Deaths in 1963, age 15 to 49 years old Women Men
Unknown or badly defined cause 1269 2350
Accidents and violent deaths (AVD) 2539 10515
A mixture of all causes 14384 28075
Disease (all causes AVD) 11845 17560
Death rate due to unknown causes on total cases 10.71% 13.38%

If the correction is done this way, the rate surplus becomes negative and the assumption (camouflaged abortions expressed under "badly defined or unknown causes") becomes absurd4.

5) The numbers found in the report of the INED mix a group of induced abortions and spontaneous abortions (miscarriages) in a very confusing way; therefore the number of abortions in each category is very unlikely as well as the related death rates (the definition of this rate is uncertain). The INED makes the following calculation:

(332,000 + 126,000 – 150,000 miscarriages) = 308,000 reduced to 250,000 (probably because the INED considered its own assumptions as maximum.)

Father Bel’s report is reliable, it was validated by several experts: demographers, mathematicians, statisticians, doctors and legal experts, both French and foreigners. The press did not publish it. Politicians did not listen to it.


The probable number of yearly abortions in France before the Veil Act falls between 55,000 and 90,000.

The March-April 1974 (#2) issue of "Population" magazine published a study of Henri Léridon: "Étude de la clientèle et du champ d'attraction d'un service hospitalier" ("Study of clients and area of attraction of a hospital system." ) Professor Gautray from the obstetrics and gynecology department of C.H.I. of Créteil wanted a report on the "sociodemographic characteristics of the clients of his service." The study was based on a group of 1,498 files of maternity visits, from June 1970 to December 1971.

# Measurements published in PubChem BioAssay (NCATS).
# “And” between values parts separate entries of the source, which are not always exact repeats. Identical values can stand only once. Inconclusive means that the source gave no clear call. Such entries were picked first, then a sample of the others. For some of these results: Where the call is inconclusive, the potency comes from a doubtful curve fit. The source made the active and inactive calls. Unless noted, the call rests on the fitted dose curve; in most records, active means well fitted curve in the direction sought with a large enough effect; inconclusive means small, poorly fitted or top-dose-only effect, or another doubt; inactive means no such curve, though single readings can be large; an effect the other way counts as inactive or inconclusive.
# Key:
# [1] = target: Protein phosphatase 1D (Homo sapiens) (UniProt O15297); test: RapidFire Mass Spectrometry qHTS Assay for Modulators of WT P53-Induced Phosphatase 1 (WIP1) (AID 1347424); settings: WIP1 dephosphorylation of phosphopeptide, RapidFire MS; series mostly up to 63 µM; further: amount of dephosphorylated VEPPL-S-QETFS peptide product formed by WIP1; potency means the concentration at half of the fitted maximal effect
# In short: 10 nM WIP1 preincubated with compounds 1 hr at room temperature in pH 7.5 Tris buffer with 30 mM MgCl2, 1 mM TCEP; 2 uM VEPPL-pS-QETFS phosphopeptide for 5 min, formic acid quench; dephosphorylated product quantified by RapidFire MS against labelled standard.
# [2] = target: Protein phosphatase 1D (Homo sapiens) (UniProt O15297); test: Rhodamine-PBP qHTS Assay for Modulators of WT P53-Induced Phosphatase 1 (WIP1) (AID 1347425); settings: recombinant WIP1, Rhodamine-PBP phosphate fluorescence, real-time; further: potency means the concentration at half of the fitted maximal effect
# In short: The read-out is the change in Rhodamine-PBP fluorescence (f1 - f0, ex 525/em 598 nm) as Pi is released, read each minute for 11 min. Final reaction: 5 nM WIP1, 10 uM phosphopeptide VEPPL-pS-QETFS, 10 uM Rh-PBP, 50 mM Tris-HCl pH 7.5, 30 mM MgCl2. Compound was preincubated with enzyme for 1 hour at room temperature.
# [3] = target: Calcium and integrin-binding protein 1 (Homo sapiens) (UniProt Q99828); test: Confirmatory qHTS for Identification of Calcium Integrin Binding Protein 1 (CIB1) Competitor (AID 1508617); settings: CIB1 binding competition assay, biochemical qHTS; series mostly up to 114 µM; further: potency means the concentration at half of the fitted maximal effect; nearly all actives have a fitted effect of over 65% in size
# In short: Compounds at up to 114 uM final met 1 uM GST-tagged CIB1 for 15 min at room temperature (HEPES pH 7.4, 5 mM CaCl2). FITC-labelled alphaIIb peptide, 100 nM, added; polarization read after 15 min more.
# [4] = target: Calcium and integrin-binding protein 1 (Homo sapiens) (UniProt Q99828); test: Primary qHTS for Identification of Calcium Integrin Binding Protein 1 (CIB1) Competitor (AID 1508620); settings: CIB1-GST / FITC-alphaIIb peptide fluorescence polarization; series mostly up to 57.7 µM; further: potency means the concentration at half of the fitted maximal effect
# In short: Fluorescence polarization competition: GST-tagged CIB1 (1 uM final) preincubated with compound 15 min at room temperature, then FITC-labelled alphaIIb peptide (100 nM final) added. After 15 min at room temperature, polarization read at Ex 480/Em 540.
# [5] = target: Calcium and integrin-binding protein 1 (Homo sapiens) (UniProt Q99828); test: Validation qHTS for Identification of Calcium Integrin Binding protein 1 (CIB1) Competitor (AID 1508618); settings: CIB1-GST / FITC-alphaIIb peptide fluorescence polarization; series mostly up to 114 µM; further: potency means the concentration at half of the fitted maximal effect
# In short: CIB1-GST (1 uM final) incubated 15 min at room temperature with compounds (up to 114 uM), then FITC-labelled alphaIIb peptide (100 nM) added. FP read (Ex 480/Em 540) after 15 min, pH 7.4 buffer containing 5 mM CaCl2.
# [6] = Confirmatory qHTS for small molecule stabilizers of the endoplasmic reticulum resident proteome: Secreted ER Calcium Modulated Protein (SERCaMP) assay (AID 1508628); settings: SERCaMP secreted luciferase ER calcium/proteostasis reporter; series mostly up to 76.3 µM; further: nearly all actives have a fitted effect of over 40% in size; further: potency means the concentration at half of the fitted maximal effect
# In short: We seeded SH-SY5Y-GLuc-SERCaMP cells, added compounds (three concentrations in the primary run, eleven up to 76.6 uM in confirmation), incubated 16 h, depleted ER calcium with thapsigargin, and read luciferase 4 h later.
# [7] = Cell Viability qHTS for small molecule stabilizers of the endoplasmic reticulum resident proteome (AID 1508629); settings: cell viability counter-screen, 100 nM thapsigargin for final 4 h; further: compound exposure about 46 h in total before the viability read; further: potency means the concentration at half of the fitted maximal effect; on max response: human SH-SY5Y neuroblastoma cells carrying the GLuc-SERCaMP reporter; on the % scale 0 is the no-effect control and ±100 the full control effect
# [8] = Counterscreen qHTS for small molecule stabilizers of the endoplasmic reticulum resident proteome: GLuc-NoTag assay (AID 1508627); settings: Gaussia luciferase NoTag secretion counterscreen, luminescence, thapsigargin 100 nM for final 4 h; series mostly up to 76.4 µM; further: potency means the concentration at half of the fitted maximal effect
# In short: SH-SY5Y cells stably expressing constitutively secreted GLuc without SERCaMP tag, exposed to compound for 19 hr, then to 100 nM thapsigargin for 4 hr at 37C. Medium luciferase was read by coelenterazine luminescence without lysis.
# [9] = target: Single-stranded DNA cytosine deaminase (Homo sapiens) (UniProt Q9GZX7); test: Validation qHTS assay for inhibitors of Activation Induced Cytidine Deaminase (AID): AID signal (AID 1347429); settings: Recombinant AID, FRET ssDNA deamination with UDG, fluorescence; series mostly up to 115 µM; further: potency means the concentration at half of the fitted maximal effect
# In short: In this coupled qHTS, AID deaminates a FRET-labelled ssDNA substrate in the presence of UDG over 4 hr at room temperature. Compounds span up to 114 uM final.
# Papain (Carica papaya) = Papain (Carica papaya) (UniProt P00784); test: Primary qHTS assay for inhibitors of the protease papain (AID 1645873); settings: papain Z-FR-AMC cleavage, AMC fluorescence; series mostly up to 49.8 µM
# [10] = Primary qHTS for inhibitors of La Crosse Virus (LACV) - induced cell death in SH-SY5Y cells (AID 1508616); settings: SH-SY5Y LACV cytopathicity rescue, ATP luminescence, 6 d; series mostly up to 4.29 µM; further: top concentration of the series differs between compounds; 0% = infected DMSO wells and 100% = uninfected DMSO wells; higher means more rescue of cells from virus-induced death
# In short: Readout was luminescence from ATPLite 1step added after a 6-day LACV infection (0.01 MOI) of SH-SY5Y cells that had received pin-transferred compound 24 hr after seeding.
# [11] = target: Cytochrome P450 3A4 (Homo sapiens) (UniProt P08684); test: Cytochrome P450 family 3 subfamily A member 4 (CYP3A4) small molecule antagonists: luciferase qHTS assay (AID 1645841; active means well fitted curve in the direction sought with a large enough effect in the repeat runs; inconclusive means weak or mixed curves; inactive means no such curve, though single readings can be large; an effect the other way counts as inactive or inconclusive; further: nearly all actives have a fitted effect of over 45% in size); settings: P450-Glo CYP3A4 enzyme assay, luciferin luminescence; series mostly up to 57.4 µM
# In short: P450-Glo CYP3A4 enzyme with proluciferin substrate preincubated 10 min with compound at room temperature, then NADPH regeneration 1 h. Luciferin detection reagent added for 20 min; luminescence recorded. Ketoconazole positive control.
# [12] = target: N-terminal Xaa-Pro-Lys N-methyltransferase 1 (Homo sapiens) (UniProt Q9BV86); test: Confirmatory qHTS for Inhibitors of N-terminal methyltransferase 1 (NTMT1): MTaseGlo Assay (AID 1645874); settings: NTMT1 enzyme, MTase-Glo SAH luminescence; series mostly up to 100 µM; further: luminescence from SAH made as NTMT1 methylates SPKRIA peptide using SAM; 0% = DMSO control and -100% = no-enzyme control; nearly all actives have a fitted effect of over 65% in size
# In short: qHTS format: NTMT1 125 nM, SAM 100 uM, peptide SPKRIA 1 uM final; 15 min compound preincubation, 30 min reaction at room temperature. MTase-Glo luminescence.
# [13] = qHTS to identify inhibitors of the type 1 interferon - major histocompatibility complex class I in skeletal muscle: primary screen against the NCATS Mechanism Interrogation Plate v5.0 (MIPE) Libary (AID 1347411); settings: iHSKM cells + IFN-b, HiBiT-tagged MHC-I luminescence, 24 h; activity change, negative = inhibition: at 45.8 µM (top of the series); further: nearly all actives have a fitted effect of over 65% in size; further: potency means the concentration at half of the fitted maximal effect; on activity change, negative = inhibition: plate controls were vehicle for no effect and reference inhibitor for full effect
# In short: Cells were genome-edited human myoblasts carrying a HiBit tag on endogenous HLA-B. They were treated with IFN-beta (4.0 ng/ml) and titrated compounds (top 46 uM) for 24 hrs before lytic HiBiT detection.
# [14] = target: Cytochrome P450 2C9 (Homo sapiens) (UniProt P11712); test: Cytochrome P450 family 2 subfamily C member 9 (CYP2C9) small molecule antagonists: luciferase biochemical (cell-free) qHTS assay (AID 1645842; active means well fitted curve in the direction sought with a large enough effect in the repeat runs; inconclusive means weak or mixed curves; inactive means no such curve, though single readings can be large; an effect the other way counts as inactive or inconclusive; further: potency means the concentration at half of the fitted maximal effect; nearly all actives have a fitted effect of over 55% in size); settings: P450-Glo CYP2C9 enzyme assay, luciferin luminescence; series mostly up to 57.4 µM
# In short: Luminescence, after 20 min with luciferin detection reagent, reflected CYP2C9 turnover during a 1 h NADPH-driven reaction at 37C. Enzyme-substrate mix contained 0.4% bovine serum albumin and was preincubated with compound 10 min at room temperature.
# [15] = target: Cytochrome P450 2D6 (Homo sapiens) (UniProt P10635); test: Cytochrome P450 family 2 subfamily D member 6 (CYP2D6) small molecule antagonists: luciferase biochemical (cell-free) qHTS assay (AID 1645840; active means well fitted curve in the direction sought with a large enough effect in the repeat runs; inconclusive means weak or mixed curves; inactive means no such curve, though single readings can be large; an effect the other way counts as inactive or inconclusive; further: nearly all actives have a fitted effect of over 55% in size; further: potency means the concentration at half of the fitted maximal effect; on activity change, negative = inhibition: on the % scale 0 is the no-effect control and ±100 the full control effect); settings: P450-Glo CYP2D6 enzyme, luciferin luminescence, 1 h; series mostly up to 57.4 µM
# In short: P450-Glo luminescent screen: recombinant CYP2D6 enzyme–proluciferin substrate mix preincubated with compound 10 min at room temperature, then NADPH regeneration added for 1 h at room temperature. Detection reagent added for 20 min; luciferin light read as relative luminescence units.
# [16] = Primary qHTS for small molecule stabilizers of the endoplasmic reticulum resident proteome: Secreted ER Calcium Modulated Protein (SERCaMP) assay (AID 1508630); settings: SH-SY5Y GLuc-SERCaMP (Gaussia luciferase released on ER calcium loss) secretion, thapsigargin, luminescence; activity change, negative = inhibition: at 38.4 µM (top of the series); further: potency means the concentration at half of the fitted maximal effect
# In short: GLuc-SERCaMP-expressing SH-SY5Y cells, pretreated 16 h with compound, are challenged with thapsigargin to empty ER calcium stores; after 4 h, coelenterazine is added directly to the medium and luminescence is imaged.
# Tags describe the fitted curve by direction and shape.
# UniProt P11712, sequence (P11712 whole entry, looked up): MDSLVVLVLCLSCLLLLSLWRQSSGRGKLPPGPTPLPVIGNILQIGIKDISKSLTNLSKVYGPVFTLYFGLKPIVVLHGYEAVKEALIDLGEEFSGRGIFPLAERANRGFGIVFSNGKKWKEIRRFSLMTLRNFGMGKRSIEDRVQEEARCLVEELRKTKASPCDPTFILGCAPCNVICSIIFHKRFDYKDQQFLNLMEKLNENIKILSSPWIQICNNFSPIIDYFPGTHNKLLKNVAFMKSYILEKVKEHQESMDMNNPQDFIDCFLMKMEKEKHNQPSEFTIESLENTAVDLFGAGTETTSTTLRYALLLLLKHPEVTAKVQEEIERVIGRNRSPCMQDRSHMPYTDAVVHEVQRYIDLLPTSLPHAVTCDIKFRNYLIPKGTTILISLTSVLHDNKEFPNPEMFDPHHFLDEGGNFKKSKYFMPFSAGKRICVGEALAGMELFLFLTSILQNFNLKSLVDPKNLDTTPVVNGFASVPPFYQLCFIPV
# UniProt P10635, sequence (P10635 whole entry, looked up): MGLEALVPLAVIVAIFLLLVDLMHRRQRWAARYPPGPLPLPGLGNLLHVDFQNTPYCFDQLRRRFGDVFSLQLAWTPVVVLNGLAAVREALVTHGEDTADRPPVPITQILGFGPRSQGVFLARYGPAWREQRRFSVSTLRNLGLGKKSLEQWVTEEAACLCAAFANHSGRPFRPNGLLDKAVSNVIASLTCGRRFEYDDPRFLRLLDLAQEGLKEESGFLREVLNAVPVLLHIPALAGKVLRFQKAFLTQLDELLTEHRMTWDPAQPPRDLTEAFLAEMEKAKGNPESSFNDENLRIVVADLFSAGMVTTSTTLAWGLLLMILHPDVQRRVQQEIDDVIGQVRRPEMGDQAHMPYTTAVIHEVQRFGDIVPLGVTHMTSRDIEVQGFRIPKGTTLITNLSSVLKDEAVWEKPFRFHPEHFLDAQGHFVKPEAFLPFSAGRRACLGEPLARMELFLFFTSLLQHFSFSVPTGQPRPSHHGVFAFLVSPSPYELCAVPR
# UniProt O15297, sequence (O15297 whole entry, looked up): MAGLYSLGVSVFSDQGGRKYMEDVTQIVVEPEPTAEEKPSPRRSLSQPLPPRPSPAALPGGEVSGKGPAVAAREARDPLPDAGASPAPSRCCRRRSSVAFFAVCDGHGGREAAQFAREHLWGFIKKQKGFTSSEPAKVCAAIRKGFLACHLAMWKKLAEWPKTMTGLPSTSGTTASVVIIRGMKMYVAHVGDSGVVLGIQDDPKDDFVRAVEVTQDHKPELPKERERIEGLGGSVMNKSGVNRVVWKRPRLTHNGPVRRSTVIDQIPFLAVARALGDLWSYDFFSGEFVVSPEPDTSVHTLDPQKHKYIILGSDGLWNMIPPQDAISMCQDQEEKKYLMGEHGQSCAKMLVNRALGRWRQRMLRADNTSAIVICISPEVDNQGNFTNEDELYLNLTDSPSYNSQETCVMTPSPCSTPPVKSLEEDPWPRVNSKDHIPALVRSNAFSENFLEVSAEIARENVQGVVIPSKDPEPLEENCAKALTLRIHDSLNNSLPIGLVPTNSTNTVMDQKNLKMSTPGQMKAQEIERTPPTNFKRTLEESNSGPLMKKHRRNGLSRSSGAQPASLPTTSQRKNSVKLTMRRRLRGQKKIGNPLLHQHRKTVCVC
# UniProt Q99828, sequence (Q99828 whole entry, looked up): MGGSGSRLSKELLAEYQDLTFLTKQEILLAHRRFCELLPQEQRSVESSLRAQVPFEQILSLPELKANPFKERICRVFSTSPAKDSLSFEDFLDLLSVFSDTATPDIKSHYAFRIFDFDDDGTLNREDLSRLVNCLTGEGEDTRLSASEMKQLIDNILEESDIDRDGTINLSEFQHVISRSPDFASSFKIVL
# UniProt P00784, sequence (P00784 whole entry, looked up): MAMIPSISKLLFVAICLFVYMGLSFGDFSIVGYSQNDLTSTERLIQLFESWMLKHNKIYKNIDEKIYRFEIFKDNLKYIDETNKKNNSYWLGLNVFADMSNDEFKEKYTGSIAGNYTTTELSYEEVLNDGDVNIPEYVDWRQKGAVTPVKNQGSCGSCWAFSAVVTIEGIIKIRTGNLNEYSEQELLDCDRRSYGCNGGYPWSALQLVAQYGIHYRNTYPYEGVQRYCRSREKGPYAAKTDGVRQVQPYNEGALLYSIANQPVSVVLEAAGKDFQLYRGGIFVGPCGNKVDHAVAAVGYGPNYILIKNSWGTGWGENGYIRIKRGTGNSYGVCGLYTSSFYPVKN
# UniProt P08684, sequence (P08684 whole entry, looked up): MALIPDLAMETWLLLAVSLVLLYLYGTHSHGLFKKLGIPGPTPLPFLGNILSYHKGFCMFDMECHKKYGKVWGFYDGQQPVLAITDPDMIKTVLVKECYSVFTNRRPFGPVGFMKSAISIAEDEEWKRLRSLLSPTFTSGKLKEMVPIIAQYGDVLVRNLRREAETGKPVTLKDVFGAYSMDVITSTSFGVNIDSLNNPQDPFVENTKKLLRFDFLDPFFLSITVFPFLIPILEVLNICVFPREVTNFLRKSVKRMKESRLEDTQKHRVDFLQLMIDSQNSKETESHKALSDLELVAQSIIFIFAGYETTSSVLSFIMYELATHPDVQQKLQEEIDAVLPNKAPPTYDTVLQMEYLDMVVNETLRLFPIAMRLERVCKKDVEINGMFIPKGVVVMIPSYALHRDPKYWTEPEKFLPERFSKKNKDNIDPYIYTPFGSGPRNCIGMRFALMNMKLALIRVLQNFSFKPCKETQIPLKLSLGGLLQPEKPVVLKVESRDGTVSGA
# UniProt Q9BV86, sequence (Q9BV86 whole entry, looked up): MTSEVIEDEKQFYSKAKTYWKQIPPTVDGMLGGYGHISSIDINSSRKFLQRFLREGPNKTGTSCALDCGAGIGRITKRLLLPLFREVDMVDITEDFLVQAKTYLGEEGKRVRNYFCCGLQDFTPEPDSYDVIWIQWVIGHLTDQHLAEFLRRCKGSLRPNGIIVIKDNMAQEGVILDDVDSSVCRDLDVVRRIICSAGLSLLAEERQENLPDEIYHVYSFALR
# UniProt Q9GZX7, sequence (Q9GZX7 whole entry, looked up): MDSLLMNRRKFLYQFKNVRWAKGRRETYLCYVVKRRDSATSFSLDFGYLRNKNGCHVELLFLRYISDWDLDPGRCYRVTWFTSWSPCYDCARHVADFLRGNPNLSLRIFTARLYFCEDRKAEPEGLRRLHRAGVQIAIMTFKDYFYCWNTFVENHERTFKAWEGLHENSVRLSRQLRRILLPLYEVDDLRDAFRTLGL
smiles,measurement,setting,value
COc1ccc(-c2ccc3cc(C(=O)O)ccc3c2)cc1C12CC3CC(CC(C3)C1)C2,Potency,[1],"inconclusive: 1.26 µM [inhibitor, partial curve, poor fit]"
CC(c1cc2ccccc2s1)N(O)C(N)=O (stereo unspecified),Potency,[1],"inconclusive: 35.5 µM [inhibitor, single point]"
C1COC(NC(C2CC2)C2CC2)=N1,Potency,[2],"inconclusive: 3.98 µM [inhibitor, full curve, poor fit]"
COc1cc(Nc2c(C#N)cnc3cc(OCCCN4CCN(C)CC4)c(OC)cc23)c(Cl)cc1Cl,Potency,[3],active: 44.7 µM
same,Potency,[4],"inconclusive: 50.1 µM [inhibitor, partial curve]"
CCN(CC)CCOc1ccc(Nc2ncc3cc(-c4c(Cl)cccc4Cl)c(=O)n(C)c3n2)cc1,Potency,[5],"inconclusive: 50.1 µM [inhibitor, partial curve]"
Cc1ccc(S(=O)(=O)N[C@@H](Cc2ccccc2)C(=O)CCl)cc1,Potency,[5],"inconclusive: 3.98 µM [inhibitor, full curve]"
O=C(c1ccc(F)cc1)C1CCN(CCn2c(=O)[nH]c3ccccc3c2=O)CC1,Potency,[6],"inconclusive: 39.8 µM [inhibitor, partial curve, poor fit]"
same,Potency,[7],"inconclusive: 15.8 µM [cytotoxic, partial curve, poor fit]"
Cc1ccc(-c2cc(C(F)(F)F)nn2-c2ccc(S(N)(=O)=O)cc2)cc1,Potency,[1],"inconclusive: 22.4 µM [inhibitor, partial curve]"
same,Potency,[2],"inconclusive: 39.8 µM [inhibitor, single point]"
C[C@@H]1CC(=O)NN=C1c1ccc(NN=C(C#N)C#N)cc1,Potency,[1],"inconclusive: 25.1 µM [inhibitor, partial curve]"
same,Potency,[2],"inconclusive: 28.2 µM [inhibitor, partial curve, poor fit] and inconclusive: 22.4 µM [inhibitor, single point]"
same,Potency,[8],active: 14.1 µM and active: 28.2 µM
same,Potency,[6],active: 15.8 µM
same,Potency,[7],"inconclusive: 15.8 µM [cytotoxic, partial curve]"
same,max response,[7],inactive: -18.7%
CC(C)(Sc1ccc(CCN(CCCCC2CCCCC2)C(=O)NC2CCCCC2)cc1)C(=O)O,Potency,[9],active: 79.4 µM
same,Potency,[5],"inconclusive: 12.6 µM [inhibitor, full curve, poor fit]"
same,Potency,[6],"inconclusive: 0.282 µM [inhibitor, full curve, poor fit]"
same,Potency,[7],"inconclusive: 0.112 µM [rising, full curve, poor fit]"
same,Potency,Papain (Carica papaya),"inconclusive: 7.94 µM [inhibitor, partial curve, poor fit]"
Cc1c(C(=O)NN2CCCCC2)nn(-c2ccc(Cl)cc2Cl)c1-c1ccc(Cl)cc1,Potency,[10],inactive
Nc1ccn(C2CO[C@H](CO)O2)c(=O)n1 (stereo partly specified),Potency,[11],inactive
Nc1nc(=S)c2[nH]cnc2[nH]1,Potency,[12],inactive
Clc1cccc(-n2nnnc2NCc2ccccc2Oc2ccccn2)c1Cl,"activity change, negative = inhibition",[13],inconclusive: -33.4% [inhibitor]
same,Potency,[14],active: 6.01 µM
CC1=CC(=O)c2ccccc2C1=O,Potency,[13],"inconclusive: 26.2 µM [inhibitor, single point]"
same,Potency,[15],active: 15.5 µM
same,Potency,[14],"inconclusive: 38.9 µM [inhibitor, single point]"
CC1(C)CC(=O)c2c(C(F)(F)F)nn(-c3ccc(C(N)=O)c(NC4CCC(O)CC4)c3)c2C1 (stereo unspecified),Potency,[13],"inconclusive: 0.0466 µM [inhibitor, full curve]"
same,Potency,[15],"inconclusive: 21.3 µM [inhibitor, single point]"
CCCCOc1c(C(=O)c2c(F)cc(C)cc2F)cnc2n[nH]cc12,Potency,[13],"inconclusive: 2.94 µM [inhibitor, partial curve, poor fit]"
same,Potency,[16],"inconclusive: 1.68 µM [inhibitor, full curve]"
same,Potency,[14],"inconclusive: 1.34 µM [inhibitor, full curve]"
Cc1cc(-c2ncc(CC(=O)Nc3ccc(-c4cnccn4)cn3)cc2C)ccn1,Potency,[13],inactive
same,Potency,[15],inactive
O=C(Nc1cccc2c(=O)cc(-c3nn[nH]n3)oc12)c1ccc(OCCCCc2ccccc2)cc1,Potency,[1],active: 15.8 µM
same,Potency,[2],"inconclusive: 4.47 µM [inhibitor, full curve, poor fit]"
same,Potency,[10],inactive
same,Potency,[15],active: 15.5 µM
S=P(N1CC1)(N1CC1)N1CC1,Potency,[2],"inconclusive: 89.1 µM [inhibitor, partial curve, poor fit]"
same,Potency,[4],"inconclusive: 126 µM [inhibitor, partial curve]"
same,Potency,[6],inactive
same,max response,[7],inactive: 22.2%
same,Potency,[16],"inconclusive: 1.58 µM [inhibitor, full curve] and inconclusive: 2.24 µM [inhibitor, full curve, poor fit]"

The purpose of this study was not to calculate the number of clandestine abortions; however, it included a table on the «result of recorded pregnancies.» The results show 8.3% of induced abortions per 79.2% of live births (mothers born in France), which means a rate of 8.3/79.2=10.5 induced abortions per 100 live births.

If we project that figure to the whole of France (high hypothesis since the region of Paris registers the highest number of abortions), we can infer an estimation of 89,250 induced abortions. [Léridon's article does not risk to make this rule of three which could call again into question the report of 1966; scientific modesty?]

In the "Cahier n°117" of the publication "Travaux et documents", entitled "La Seconde Révolution Contraceptive, la régulation des naissances en France de 1950 à 1985" by Henri Léridon (et al.), for the INED, published by P.U.F. in 1987, Henri Léridon comes back on those figures of the C.H.I study of Créteil: "Even if we admit that part of the induced abortions could have been declared as "spontaneous," we can not go beyond 15 induced abortions per 100 live births, based on those answers."

[Here, Léridon does not use the rule of three: 0.15 x 850,000=127,500 abortions per year in France, a bit less since the region of Paris registers the highest number of abortions.]

He also shows the result of a survey which compares the answers before 1975 with those of 1975-1977:

For 100 live births Before 1975 During 1975-77
- induced abortions 2.0 9.2
- miscarriages (or not defined) and stillbirths. 15.9 12.9

Assuming that the answers of 1975-77 are more honest, and noticing that the rate of induced abortions is abnormally high before 1975; he looks for the results of another survey carried out before 1975, on women between 22 to 44 years old. These results show that:

He then calculates an estimation of the number of induced abortions disguised as spontaneous, as follows:

(0.43 – 0.14) x 15.9 = 4.611 which he rounded up to 4.5.

For the period between 1975 and 1977 a rate of 22.5% was applied (based on surveys carried out after the "Veil" Act.) He gets then the following table:

For 100 live births Before 1975 During 1975-77
- induced abortions 2.0 9.2
- induced abortions, non declared 4.5 2.9
TOTAL of induced abortions 6.5 12.1

One more time, Léridon tries not to use the rule of three. He would have found 55,250 yearly abortions in France during 1970.


The INED insists in its error

In 1979 the Veil Act was to be confirmed, after a trial period of 5 years. Therefore, a serious balance of the abortion act effects was needed. That balance was published at the end of June 1979 by a working group gathered around one of the most renowned independent demographers in France, Jean Legrand, under the name of "Guillaume Paulmier." That report established: